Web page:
The Executive Secretary of the Ghana Real Estate Development Association, GREDA, Sammy Amegayibor, has stated that the lack of continuity among different governments in the country will affect the housing sector.
According to him, this does not augur well for the country’s development in housing delivery.
His claims follow the Vice President, Dr. Mahamudu Bawumia’s pledge that the government will establish a Ghana Housing Authority and a National Housing and Mortgage Finance Company to oversee the building of more housing units in its next term of office.
But the Executive Secretary of the Ghana Real Estate Development Association, Sammy Amegayibor, believes this pledge is a repeat of what it is in the national housing policy launched in the era of the previous government.
“While there are programs and discussions that have taken place in the past, which we have to take a look at, and see how we can follow it through, and begin to benefit from the results that are expected, we keep going round in circles and try to assume to be doing new things yet it is the same things that we are recycling. Is this a national housing policy or it is NPP’s housing policy?” he said.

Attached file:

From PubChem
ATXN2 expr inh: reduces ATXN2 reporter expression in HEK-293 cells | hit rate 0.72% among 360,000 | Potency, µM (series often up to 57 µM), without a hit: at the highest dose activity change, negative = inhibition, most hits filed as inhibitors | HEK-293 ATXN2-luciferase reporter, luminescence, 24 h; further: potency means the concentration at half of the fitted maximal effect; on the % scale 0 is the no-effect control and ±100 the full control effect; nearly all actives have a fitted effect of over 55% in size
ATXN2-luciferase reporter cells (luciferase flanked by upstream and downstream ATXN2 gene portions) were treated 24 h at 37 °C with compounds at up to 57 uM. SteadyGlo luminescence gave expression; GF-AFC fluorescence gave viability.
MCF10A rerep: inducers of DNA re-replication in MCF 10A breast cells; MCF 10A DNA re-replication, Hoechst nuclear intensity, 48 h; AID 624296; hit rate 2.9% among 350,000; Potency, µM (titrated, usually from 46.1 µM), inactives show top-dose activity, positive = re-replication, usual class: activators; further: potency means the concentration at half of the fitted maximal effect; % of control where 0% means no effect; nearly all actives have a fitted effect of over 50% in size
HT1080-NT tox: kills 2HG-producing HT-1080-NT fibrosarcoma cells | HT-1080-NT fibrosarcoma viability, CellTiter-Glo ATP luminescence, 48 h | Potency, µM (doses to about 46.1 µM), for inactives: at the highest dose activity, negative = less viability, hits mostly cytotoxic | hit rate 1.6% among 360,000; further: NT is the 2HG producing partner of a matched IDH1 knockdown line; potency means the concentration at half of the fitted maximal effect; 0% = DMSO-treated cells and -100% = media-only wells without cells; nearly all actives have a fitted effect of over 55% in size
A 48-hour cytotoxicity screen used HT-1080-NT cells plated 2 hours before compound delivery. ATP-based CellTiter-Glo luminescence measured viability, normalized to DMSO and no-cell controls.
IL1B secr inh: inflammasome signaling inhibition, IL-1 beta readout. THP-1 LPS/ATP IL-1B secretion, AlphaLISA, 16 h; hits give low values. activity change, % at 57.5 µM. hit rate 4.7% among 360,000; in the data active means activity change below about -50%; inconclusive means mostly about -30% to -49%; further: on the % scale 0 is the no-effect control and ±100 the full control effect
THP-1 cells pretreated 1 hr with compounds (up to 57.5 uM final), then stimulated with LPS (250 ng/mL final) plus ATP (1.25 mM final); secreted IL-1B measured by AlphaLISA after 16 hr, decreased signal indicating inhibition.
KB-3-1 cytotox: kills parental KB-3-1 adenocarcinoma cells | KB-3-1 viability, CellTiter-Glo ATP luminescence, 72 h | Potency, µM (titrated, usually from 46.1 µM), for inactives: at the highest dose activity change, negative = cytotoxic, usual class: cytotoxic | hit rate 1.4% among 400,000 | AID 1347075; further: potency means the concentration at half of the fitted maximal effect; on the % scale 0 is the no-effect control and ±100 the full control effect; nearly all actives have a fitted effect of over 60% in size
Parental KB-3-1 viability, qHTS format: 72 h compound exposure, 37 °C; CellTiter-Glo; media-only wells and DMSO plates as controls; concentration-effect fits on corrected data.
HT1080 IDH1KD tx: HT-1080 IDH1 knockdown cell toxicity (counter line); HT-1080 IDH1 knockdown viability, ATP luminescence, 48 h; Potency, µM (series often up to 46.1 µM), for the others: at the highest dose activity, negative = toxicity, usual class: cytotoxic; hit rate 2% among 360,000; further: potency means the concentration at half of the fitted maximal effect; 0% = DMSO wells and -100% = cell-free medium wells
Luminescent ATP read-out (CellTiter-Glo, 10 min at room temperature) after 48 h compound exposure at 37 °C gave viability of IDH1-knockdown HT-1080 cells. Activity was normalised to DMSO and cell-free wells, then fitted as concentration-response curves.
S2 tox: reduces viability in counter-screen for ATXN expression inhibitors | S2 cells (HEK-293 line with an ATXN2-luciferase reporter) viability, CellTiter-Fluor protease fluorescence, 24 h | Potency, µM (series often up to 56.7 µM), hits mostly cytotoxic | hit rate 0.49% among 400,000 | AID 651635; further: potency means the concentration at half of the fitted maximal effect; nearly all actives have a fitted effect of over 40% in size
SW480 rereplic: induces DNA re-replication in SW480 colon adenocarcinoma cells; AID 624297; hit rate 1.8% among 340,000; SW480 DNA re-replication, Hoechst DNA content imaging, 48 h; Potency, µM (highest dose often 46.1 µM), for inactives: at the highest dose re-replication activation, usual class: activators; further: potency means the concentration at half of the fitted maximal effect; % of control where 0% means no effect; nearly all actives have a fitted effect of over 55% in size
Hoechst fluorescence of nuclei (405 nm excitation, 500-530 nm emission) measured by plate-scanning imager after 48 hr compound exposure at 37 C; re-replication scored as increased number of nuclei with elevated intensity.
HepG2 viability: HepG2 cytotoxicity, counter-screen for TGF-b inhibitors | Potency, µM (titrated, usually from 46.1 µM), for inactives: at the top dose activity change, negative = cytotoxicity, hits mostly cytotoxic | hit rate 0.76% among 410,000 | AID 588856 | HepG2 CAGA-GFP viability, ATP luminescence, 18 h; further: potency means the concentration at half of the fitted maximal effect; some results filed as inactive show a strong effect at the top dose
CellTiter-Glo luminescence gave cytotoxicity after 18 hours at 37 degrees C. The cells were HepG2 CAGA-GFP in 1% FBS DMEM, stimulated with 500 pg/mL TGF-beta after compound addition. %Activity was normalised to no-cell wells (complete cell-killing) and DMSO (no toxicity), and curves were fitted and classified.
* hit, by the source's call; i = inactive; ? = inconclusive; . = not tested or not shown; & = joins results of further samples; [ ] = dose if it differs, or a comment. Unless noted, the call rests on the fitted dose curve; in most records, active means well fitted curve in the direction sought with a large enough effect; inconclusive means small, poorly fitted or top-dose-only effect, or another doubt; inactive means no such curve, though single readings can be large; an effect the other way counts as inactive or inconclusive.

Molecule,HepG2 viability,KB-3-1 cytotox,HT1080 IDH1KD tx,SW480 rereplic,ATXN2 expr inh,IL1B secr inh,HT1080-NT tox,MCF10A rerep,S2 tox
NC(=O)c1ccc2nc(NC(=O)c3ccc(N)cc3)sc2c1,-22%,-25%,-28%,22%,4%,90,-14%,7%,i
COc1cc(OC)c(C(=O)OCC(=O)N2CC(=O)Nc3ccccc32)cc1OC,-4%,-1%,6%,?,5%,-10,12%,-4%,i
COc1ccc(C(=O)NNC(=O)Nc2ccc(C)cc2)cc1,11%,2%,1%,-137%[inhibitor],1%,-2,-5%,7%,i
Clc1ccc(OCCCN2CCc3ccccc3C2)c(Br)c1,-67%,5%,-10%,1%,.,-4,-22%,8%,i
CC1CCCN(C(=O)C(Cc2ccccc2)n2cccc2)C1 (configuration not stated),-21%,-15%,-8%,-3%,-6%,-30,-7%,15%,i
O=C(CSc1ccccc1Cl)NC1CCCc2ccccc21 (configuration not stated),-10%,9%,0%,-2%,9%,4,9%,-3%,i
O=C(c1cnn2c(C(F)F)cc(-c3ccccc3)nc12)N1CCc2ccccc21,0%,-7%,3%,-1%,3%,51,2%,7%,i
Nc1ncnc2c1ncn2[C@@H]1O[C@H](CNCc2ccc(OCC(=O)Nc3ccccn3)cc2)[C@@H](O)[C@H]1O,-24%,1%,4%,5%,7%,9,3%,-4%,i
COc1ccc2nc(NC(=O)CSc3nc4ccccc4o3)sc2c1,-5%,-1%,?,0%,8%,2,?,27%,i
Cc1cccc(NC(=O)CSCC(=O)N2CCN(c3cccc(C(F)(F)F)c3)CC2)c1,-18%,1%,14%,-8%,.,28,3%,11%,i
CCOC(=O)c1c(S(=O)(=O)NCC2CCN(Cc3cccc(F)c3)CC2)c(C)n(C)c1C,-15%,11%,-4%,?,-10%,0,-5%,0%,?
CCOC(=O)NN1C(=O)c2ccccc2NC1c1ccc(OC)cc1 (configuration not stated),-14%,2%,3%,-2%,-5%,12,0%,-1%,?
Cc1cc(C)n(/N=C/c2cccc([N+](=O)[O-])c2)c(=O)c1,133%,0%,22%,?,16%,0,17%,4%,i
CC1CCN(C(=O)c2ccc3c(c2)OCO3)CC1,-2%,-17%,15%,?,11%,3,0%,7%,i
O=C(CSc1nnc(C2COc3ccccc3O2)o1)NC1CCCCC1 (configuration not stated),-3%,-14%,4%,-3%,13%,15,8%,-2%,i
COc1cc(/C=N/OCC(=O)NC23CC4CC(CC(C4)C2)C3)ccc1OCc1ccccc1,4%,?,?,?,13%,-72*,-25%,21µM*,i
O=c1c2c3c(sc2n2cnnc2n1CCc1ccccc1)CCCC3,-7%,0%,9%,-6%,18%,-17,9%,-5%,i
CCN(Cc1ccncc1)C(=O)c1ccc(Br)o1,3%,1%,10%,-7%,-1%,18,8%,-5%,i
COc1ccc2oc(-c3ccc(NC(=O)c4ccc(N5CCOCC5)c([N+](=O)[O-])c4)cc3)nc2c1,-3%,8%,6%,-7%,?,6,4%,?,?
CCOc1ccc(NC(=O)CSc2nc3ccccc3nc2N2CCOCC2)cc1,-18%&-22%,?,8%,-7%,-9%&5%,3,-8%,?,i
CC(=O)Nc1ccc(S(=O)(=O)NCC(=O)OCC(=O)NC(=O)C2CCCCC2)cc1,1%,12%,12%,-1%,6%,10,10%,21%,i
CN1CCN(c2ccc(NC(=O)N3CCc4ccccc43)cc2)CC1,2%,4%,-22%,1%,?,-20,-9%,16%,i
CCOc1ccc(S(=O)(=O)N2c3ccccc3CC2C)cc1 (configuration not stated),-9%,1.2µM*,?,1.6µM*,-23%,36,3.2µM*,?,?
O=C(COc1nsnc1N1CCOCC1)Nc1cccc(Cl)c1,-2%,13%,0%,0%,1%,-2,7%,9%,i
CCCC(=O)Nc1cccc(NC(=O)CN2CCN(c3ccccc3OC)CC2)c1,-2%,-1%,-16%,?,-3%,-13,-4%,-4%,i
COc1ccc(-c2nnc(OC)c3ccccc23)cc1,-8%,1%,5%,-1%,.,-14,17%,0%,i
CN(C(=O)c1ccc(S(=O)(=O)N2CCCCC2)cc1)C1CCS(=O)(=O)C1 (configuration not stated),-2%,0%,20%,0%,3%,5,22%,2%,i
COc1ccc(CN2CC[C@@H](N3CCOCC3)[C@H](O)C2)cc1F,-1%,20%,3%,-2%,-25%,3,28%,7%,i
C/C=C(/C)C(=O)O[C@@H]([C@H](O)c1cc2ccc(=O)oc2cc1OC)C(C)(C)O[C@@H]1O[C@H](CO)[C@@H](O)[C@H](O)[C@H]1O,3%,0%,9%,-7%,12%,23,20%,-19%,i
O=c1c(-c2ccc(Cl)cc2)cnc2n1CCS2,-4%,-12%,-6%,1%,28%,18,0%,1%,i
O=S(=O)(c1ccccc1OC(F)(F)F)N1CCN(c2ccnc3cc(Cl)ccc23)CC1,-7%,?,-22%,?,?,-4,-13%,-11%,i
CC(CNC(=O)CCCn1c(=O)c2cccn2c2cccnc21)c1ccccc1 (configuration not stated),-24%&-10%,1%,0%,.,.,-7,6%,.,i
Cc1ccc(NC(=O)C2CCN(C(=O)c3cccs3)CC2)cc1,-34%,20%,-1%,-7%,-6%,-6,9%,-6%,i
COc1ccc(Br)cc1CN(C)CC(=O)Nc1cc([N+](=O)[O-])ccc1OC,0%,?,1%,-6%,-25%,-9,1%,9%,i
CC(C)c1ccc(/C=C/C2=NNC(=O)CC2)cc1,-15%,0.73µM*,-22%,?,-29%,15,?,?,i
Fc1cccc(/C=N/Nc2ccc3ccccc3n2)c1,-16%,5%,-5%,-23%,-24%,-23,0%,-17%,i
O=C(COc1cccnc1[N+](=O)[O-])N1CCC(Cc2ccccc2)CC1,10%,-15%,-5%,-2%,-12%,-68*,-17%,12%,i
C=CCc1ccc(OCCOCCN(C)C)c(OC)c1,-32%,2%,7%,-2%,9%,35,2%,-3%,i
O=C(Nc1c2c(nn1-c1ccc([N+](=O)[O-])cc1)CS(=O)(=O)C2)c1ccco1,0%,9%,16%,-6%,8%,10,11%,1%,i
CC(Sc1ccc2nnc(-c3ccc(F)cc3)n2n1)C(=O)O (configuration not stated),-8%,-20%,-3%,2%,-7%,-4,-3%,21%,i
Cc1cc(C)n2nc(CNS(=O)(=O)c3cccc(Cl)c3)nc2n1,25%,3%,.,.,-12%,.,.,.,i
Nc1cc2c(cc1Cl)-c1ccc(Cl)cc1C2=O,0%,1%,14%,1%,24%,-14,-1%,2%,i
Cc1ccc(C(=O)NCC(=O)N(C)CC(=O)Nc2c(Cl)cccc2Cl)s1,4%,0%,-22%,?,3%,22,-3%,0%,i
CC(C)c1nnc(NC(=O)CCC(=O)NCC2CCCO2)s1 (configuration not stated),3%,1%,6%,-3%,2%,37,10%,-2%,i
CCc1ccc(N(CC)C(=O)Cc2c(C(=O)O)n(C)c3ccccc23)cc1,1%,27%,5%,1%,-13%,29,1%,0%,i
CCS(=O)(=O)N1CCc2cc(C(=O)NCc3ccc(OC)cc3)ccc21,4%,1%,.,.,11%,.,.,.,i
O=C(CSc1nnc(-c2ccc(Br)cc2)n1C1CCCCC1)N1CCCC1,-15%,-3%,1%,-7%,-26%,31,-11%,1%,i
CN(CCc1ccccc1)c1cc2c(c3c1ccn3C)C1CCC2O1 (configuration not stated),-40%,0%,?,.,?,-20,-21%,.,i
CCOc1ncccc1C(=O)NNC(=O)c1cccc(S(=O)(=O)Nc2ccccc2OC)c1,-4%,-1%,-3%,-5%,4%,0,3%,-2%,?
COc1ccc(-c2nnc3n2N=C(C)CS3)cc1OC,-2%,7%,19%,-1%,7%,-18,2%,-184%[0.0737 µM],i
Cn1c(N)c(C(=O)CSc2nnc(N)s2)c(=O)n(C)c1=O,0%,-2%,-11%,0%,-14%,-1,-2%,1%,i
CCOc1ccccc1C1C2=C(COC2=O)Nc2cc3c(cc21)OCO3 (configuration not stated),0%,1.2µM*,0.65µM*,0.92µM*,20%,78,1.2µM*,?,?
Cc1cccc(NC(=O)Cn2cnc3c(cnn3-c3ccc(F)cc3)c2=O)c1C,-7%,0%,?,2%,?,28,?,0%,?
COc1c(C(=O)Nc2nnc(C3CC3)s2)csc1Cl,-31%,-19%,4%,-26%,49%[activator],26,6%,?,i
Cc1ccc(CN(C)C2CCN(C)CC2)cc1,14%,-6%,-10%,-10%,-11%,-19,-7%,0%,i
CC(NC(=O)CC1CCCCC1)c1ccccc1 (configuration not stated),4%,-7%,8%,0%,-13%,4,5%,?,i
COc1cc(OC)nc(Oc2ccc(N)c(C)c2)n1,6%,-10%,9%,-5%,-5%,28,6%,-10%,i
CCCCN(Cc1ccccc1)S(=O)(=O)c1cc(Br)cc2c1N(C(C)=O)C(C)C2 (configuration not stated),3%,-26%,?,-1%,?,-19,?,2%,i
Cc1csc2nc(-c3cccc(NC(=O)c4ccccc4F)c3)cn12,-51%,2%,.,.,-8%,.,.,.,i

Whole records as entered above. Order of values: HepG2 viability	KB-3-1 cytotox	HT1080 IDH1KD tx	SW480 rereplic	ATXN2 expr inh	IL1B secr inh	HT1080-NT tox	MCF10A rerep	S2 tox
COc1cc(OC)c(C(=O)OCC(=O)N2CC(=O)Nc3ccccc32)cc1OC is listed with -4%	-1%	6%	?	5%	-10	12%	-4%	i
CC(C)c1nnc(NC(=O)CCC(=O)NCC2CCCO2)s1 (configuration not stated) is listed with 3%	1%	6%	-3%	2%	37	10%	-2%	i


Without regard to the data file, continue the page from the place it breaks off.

He further suggested a national agenda to tackle the problem of housing instead of leaving it to the political parties to plan.
“We need to maintain continuity, that is why I don’t believe in politics for housing. We cannot use manifestoes to run housing issues. It cannot be. Our population keeps increasing and housing will never get away,” he added.
Housing in Ghana is challenged in all aspects – from land acquisition through to construction of the physical structure and access to basic services and infrastructure as well as financing.
It remains one of the critical development challenges because of the huge gap between the supply and demand for housing.
The housing question is largely a case of demand for houses outstripping supply.
Another major factor is the high cost of houses which are often priced far above what an average worker can afford.
The situation has resulted in the development of many slums in different parts of the country, with many people living in unhealthy conditions.
Ghana’s Multi-Dimensional Poverty Index released this year indicated that poverty reduced between 2011 and 2018 though gains have not been made in areas of housing and education.
It noted that statistically significant progress being made across all of the 12 indicators of multidimensional poverty among the poor “except school attendance and inadequate housing”.
To tackle this situation, the incumbent government has promised to set up two institutions to drive the housing delivery process if given the chance to run the country for another term.
According to the government, the Ghana Housing Authority will improve the legal and regulatory framework, create land banks, and provide infrastructure, while the National Housing and Mortgage Finance Company will establish financial arrangements for the demand and supply side of housing markets.